The late Who drummer, Keith Moon, was a totally unique character in the chronicles of rock ‘n’ roll history. A brilliant rhythmic virtuoso who hated drum solos, his loose, loud and jazz-inspired style endeared him to fans worldwide, and he continues to be a source of inspiration even over 40 years since his passing. A remarkable feat that only John Bonham has genuinely surpassed.
Running concurrently to his unmatched skill as a drummer was his madcap antics off-stage. Labelled ‘Moon the Loon’ by bandmates and friends, his unhinged pranks would land him and The Who in hot water on numerous occasions over their career, giving us, the wet-lipped consumer, plenty of rock ‘n’ roll’s most notorious stories.
In a way, his life was one of symbiosis. You had the musical genius on the one hand, and then on the other, the unrelenting prankster who loved blowing things up and submerging cars in swimming pools. Who can be surprised that Moon’s life was as such? It was the 1960s and ’70s, after all. The excessive behaviour of rock stars was not so much as facilitated as it was encouraged.
Whilst we could discuss the point that Moon was perhaps on the autistic spectrum, as The Who frontman Roger Daltrey suspects, which would account for his manic behaviour, including the actions that led to his tragic death from a clomethiazole overdose in September 1978, it is his life we want to celebrate, as to do otherwise would not do him justice.
It is well documented that over his career, Moon struggled with substance abuse problems, and wickedly, it was after he had vowed to sober up for good that he ended up passing away from the drug he was prescribed to alleviate his sickness. Prior to that definitive decision, though, Moon had embodied rock ‘n’ roll excess. He was there during John Lennon’s infamous ‘Lost Weekend‘, and since the early days of his career, he was a proponent of mixing drugs and alcohol. He was a product of his time as much as he was his own demons.
Understandably, this started to impede his ability to play music, and by 1973’s Quadrophenia tour, the stark reality of this was brought more into focus. Before the debut US date, yes the debut date, at the Cow Palace in Daly City, California, Moon ingested a mixture of tranquillisers and brandy. Unsurprisingly, he passed out during ‘Won’t Get Fooled Again’.
The band stopped playing, and Moon had to be carried off the stage by a group of roadies. He was given a shot of cortisone and was back on stage after 30 minutes. However, the band’s efforts proved to be in vain. He passed out again after ‘Magic Bus’ and was removed from the stage for a second time. The band played without him for several songs before guitarist Pete Townshend asked the audience: “Can anyone play the drums? – I mean somebody good?” Luckily, Scot Halpin answered, and he played the rest of the show.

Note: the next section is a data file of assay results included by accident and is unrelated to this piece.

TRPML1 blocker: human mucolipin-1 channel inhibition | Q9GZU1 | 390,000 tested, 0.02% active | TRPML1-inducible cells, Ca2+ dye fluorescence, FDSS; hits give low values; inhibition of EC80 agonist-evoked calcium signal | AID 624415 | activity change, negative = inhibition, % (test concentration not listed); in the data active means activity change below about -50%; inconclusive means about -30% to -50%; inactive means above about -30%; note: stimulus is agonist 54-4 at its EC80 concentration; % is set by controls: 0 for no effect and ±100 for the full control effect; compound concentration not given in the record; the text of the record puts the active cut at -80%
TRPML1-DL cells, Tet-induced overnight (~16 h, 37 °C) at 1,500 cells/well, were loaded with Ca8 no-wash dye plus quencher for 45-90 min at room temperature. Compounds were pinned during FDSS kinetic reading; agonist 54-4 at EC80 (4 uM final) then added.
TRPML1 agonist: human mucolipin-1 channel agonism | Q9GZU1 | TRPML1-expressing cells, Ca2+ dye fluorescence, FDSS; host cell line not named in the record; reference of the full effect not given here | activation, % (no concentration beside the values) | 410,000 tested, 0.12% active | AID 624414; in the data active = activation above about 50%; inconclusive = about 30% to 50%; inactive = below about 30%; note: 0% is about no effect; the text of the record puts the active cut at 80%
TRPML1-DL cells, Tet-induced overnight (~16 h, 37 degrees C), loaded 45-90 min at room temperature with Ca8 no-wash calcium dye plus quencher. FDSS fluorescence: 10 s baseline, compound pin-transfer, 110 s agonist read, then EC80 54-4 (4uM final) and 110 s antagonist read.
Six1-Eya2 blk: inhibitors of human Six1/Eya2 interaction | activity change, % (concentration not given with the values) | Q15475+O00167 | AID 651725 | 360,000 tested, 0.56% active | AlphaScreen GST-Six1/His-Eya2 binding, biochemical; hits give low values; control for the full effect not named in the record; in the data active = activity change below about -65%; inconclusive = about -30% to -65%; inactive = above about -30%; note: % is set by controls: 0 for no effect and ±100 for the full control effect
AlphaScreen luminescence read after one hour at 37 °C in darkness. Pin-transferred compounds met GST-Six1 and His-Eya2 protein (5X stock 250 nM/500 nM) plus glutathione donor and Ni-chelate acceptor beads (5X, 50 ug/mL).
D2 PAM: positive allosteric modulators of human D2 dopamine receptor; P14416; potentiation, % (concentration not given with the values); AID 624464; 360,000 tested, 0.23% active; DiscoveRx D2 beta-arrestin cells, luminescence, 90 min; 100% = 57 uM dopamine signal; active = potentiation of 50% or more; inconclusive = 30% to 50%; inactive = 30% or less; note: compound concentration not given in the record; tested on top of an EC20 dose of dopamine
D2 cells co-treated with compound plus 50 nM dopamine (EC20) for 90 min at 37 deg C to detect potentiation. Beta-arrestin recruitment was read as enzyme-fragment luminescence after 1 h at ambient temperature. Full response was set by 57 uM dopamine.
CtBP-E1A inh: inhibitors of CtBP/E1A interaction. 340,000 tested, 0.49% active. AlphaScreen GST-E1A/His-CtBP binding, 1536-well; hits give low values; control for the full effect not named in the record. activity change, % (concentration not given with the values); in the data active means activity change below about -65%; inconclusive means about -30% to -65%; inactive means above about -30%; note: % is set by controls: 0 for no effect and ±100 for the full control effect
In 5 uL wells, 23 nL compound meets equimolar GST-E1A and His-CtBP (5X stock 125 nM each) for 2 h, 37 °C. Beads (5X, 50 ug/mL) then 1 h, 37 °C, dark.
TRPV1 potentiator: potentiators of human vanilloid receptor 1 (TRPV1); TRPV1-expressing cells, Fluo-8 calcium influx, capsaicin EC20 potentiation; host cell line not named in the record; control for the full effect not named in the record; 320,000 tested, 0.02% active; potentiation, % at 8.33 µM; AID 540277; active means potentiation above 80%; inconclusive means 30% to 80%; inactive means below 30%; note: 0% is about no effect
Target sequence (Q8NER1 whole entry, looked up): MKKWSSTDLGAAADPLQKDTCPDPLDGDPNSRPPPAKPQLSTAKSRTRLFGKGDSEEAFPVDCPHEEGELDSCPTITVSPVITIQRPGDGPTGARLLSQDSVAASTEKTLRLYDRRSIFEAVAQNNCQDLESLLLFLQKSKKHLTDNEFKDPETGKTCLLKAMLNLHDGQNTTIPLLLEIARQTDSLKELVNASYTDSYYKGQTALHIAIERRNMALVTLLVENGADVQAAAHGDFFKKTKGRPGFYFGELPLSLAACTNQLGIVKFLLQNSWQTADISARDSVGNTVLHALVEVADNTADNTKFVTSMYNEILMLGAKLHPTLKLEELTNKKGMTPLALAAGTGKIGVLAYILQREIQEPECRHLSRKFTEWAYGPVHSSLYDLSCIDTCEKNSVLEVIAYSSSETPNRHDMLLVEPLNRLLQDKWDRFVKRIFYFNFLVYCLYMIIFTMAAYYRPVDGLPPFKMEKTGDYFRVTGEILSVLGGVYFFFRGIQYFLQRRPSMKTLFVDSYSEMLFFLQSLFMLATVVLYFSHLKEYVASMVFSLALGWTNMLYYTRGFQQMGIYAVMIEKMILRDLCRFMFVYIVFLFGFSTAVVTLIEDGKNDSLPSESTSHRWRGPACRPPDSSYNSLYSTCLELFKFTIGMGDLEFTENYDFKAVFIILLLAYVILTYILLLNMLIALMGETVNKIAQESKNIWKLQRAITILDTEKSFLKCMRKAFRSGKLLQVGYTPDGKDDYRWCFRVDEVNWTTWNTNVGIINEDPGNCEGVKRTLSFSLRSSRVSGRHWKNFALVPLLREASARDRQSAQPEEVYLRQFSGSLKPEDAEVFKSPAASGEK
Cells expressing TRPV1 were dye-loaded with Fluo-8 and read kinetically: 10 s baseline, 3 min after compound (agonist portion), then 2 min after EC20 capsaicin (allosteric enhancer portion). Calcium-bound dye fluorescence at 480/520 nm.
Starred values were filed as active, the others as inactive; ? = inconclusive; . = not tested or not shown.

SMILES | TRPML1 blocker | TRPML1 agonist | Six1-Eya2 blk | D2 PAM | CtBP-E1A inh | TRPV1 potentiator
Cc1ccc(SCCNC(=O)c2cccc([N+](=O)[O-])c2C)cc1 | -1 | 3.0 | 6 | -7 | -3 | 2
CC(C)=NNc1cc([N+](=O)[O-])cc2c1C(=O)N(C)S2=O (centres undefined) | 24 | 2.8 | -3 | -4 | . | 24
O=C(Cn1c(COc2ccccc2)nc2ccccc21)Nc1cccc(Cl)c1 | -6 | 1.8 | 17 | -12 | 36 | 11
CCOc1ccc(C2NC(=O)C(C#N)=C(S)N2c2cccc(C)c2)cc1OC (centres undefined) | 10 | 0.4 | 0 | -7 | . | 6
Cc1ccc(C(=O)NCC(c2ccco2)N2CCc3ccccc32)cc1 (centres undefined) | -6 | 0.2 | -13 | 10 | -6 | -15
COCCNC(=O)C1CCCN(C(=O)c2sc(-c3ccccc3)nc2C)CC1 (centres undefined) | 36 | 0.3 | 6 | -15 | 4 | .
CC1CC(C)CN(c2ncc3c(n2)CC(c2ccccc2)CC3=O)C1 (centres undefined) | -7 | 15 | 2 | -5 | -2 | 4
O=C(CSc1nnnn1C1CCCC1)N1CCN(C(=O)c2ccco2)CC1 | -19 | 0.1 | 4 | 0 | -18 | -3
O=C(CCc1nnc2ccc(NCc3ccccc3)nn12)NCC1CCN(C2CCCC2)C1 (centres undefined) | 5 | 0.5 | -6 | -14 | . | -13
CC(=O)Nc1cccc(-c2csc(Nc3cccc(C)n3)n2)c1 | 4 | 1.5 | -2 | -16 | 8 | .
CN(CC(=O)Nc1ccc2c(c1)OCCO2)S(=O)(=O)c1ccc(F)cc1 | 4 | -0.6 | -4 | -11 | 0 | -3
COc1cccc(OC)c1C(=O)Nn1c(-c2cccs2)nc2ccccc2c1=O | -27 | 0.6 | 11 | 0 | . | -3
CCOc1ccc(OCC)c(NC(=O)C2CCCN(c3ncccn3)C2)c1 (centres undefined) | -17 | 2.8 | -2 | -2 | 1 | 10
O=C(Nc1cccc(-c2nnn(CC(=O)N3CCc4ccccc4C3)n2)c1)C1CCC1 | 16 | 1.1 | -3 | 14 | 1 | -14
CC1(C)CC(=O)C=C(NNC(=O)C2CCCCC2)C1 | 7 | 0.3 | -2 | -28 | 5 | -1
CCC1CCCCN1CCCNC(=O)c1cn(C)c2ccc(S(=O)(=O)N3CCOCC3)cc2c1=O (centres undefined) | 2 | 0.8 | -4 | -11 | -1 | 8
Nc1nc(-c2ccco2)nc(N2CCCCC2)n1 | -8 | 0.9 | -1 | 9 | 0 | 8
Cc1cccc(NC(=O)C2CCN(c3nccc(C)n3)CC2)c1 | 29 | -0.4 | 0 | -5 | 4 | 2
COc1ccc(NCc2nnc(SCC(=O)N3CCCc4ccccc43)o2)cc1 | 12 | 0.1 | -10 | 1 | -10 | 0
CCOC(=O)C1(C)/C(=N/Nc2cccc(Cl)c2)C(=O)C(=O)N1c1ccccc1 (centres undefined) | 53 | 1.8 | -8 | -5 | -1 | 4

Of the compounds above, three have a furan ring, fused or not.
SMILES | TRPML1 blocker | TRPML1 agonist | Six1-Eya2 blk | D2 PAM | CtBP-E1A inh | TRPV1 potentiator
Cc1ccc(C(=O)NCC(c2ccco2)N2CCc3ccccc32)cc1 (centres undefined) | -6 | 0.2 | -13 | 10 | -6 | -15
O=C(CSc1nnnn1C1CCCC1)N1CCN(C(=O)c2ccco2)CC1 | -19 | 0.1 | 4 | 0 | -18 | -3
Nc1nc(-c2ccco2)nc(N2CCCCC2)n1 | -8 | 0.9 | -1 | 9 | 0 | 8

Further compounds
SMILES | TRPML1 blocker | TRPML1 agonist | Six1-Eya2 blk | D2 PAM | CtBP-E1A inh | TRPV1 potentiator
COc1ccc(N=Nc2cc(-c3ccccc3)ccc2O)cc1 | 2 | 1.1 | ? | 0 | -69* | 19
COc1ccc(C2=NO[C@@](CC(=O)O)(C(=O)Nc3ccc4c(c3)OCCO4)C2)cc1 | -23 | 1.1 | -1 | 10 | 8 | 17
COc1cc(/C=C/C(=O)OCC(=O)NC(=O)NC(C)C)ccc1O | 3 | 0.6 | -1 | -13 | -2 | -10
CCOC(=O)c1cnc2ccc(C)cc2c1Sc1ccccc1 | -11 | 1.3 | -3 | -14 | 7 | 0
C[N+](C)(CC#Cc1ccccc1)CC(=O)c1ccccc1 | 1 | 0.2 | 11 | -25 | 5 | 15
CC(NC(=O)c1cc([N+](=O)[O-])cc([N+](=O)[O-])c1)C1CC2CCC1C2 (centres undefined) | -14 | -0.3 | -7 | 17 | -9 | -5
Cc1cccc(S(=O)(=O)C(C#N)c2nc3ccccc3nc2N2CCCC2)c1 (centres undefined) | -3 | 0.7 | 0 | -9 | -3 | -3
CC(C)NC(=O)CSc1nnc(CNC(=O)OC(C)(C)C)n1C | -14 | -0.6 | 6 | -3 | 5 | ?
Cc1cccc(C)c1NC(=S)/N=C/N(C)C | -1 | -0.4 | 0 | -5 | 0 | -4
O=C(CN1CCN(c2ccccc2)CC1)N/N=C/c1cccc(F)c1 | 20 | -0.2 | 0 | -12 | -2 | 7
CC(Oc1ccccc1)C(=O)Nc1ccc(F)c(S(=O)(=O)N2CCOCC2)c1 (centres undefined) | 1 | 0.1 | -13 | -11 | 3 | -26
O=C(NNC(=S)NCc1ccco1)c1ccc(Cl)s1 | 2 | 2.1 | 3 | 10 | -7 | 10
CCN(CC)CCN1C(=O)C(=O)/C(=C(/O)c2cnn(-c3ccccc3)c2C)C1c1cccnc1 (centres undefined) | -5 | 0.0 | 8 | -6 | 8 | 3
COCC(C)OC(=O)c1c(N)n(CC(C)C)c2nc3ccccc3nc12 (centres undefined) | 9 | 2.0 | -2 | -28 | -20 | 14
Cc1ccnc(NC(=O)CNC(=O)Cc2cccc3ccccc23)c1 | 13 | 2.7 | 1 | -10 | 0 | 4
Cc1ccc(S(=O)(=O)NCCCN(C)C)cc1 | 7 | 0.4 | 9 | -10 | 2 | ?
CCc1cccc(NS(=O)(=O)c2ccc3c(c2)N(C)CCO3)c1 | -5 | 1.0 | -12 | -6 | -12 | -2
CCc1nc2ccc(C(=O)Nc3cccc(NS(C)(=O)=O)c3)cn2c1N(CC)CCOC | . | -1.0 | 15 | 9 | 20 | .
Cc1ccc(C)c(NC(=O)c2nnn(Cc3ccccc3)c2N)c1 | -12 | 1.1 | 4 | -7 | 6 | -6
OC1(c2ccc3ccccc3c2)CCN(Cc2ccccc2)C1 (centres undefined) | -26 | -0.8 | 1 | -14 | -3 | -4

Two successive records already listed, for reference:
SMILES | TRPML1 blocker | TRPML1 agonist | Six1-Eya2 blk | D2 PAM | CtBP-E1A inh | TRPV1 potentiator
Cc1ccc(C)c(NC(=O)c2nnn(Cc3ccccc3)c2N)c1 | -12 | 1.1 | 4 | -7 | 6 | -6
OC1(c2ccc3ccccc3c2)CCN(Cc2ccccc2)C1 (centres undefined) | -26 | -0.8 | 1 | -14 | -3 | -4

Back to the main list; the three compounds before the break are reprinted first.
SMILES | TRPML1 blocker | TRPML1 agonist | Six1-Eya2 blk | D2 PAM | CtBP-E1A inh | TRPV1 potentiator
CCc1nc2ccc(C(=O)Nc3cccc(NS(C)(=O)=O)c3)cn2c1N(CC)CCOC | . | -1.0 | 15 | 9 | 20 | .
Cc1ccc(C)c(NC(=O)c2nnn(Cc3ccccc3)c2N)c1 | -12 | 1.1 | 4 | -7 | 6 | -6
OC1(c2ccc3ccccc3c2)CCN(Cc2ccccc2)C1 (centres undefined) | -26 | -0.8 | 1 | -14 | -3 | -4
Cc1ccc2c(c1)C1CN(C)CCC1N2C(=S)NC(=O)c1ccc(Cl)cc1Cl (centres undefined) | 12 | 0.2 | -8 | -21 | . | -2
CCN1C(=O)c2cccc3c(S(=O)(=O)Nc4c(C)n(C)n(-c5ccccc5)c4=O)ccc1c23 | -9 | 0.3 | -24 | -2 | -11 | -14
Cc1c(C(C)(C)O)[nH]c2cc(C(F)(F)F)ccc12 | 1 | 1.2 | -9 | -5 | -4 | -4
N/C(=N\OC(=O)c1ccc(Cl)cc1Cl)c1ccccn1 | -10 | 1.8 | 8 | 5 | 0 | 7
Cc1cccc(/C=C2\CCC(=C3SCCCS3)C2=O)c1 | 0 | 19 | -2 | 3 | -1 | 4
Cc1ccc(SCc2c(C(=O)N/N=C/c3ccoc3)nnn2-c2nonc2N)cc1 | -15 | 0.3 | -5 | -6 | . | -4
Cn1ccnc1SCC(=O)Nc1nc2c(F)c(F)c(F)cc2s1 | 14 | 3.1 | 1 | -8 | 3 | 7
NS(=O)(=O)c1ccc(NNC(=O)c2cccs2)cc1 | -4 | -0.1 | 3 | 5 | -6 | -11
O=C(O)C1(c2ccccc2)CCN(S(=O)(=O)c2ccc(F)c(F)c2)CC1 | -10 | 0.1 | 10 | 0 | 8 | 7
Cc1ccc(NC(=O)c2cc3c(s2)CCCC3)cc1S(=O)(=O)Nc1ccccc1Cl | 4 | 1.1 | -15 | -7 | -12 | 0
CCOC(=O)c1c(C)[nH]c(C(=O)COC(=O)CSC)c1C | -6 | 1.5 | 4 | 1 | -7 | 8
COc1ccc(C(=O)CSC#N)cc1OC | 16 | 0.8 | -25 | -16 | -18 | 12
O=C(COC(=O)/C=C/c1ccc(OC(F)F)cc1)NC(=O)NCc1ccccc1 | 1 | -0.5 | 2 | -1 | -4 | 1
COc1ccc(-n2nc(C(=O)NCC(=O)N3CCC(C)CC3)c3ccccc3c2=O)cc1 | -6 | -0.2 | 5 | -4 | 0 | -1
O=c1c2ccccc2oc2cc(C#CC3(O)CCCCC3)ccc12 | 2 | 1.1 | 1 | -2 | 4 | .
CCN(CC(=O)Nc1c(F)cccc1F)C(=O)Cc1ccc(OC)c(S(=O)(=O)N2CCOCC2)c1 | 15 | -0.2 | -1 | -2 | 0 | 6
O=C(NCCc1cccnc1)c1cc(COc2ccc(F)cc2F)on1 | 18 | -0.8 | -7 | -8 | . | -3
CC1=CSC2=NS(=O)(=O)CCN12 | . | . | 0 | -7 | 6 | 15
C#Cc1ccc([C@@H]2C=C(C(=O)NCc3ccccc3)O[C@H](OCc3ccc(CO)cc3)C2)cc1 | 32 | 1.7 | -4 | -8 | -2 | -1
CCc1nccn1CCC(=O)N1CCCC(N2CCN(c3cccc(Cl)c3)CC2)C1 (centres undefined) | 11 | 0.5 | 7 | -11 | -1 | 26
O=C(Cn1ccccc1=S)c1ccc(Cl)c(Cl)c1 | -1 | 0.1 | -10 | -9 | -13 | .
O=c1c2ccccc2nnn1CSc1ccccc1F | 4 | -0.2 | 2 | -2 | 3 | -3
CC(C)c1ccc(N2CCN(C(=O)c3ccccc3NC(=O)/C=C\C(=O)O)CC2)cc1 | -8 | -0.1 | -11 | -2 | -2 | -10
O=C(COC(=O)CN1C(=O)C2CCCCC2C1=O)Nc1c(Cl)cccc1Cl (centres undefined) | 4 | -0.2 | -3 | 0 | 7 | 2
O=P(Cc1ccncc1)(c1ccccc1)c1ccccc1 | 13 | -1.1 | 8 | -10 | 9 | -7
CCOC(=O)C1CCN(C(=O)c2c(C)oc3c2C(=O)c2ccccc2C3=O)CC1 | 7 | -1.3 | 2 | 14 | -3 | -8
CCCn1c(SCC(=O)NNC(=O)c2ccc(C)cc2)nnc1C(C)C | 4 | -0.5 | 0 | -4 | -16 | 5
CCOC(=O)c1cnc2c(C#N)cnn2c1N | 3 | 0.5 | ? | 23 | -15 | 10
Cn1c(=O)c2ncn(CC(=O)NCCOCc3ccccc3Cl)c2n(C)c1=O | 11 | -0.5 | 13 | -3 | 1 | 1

This was indicative of things to come. The last tour date Moon played with The Who came on October 21, 1976, at the Maple Leaf Gardens in Toronto, Canada. Not his final performance with the band, as he played a handful of times for the documentary The Kids Are Alright in May 1978. Instead, this Canadian show was his last official outing with the band. If the two-year gap between shows is not reflective of the state of his health at this point, we don’t know what is.
The ironic thing about the 1976 tour is that by all accounts, it was more of a back-to-basics affair rather than the glamorous tours that had supported both Quadrophenia and Tommy. If the Quadrophenia tour was the first sign that something was wrong with Moon, the ’76 trip confirmed it. Playing in Europe before crossing over to the US, Moon became unwell, and the opening date was rescheduled. They had to dig deep to get to the finish line, but after the tour, even Townshend was done. He took a year out of the band to spend time with family.
Musically, the 1976 tour ended a success, but the fractures in the band had also reached boiling point over its duration. It is a shame no footage exists from Moon’s show in Toronto with them because it surely would have been an incredible sight, a real piece of history. Moon was an iconoclast, and without him, The Who were nothing; they knew this too. Another casualty of rock ‘n’ roll excess, even 45 years later, his life is one we could all learn from.
Watch a 1975 Keith Moon interview below.